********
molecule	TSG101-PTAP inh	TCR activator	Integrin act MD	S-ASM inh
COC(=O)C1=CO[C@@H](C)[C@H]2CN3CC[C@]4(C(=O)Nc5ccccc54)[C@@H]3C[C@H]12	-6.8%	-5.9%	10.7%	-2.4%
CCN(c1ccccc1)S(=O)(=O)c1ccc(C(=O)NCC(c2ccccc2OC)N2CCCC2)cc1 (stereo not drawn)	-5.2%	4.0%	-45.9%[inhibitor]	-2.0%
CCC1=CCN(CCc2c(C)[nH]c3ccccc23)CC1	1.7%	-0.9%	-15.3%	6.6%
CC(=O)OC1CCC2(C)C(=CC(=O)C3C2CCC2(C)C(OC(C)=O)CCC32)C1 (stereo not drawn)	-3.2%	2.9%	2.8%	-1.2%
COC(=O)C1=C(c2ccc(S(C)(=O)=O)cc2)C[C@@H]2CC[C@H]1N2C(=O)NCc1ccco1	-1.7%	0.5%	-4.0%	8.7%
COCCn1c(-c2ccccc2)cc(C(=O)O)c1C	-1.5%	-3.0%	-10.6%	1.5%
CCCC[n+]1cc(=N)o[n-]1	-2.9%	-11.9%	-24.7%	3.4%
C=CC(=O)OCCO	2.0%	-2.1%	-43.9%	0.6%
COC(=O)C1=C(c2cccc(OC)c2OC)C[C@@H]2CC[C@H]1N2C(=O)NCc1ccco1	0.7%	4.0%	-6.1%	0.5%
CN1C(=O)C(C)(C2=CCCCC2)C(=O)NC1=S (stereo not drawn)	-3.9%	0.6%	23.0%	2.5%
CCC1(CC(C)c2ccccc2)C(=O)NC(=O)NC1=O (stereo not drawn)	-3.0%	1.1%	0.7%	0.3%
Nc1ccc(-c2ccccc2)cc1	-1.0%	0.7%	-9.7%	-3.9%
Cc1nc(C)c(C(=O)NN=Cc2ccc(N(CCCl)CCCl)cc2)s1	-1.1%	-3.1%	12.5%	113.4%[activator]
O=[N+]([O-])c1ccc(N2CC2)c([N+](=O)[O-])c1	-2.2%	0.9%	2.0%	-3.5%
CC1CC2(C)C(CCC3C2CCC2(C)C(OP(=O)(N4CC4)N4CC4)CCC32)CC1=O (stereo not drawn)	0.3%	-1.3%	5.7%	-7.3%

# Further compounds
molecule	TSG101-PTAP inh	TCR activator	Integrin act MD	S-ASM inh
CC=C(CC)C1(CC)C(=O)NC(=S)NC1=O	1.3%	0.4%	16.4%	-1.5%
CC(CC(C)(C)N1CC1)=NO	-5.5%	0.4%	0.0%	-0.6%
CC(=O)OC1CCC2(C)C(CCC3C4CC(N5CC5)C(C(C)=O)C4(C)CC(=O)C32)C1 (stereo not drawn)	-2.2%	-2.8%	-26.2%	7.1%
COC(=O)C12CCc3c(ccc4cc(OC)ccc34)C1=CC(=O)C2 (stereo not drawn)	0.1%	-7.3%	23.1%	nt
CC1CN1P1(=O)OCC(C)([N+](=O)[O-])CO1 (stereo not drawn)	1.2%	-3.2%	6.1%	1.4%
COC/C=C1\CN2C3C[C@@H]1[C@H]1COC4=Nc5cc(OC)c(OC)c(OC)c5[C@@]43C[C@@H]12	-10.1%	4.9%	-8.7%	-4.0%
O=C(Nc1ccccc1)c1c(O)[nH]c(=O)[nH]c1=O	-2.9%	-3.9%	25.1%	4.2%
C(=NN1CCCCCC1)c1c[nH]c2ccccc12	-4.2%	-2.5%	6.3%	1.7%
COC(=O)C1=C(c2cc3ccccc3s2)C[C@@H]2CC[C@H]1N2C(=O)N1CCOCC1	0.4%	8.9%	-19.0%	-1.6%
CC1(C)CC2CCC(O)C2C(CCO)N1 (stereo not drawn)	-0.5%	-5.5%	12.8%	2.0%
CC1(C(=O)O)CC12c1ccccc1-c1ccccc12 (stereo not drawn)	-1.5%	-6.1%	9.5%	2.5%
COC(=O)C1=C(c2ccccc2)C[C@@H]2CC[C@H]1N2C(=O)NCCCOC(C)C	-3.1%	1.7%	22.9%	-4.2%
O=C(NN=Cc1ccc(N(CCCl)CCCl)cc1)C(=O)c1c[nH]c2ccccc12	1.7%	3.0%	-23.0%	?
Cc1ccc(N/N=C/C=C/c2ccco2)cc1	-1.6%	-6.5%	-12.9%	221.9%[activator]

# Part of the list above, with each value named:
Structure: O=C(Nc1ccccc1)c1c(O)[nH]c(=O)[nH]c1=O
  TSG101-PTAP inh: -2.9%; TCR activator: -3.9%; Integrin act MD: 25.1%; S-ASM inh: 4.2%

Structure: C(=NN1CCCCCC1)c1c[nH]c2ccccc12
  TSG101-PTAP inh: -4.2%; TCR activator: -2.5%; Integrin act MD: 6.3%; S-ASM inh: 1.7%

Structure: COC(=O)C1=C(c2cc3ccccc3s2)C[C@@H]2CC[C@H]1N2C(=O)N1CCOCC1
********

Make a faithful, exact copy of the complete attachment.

molecule	TSG101-PTAP inh	TCR activator	Integrin act MD	S-ASM inh
COC(=O)C1=CO[C@@H](C)[C@H]2CN3CC[C@]4(C(=O)Nc5ccccc54)[C@@H]3C[C@H]12	-6.8%	-5.9%	10.7%	-2.4%
CCN(c1ccccc1)S(=O)(=O)c1ccc(C(=O)NCC(c2ccccc2OC)N2CCCC2)cc1 (stereo not drawn)	-5.2%	4.0%	-45.9%[inhibitor]	-2.0%
CCC1=CCN(CCc2c(C)[nH]c3ccccc23)CC1	1.7%	-0.9%	-15.3%	6.6%
CC(=O)OC1CCC2(C)C(=CC(=O)C3C2CCC2(C)C(OC(C)=O)CCC32)C1 (stereo not drawn)	-3.2%	2.9%	2.8%	-1.2%
COC(=O)C1=C(c2ccc(S(C)(=O)=O)cc2)C[C@@H]2CC[C@H]1N2C(=O)NCc1ccco1	-1.7%	0.5%	-4.0%	8.7%
COCCn1c(-c2ccccc2)cc(C(=O)O)c1C	-1.5%	-3.0%	-10.6%	1.5%
CCCC[n+]1cc(=N)o[n-]1	-2.9%	-11.9%	-24.7%	3.4%
C=CC(=O)OCCO	2.0%	-2.1%	-43.9%	0.6%
COC(=O)C1=C(c2cccc(OC)c2OC)C[C@@H]2CC[C@H]1N2C(=O)NCc1ccco1	0.7%	4.0%	-6.1%	0.5%
CN1C(=O)C(C)(C2=CCCCC2)C(=O)NC1=S (stereo not drawn)	-3.9%	0.6%	23.0%	2.5%
CCC1(CC(C)c2ccccc2)C(=O)NC(=O)NC1=O (stereo not drawn)	-3.0%	1.1%	0.7%	0.3%
Nc1ccc(-c2ccccc2)cc1	-1.0%	0.7%	-9.7%	-3.9%
Cc1nc(C)c(C(=O)NN=Cc2ccc(N(CCCl)CCCl)cc2)s1	-1.1%	-3.1%	12.5%	113.4%[activator]
O=[N+]([O-])c1ccc(N2CC2)c([N+](=O)[O-])c1	-2.2%	0.9%	2.0%	-3.5%
CC1CC2(C)C(CCC3C2CCC2(C)C(OP(=O)(N4CC4)N4CC4)CCC32)CC1=O (stereo not drawn)	0.3%	-1.3%	5.7%	-7.3%

# Further compounds
molecule	TSG101-PTAP inh	TCR activator	Integrin act MD	S-ASM inh
CC=C(CC)C1(CC)C(=O)NC(=S)NC1=O	1.3%	0.4%	16.4%	-1.5%
CC(CC(C)(C)N1CC1)=NO	-5.5%	0.4%	0.0%	-0.6%
CC(=O)OC1CCC2(C)C(CCC3C4CC(N5CC5)C(C(C)=O)C4(C)CC(=O)C32)C1 (stereo not drawn)	-2.2%	-2.8%	-26.2%	7.1%
COC(=O)C12CCc3c(ccc4cc(OC)ccc34)C1=CC(=O)C2 (stereo not drawn)	0.1%	-7.3%	23.1%	nt
CC1CN1P1(=O)OCC(C)([N+](=O)[O-])CO1 (stereo not drawn)	1.2%	-3.2%	6.1%	1.4%
COC/C=C1\CN2C3C[C@@H]1[C@H]1COC4=Nc5cc(OC)c(OC)c(OC)c5[C@@]43C[C@@H]12	-10.1%	4.9%	-8.7%	-4.0%
O=C(Nc1ccccc1)c1c(O)[nH]c(=O)[nH]c1=O	-2.9%	-3.9%	25.1%	4.2%
C(=NN1CCCCCC1)c1c[nH]c2ccccc12	-4.2%	-2.5%	6.3%	1.7%
COC(=O)C1=C(c2cc3ccccc3s2)C[C@@H]2CC[C@H]1N2C(=O)N1CCOCC1	0.4%	8.9%	-19.0%	-1.6%
CC1(C)CC2CCC(O)C2C(CCO)N1 (stereo not drawn)	-0.5%	-5.5%	12.8%	2.0%
CC1(C(=O)O)CC12c1ccccc1-c1ccccc12 (stereo not drawn)	-1.5%	-6.1%	9.5%	2.5%
COC(=O)C1=C(c2ccccc2)C[C@@H]2CC[C@H]1N2C(=O)NCCCOC(C)C	-3.1%	1.7%	22.9%	-4.2%
O=C(NN=Cc1ccc(N(CCCl)CCCl)cc1)C(=O)c1c[nH]c2ccccc12	1.7%	3.0%	-23.0%	?
Cc1ccc(N/N=C/C=C/c2ccco2)cc1	-1.6%	-6.5%	-12.9%	221.9%[activator]

# Part of the list above, with each value named:
Structure: O=C(Nc1ccccc1)c1c(O)[nH]c(=O)[nH]c1=O
  TSG101-PTAP inh: -2.9%; TCR activator: -3.9%; Integrin act MD: 25.1%; S-ASM inh: 4.2%

Structure: C(=NN1CCCCCC1)c1c[nH]c2ccccc12
  TSG101-PTAP inh: -4.2%; TCR activator: -2.5%; Integrin act MD: 6.3%; S-ASM inh: 1.7%

Structure: COC(=O)C1=C(c2cc3ccccc3s2)C[C@@H]2CC[C@H]1N2C(=O)N1CCOCC1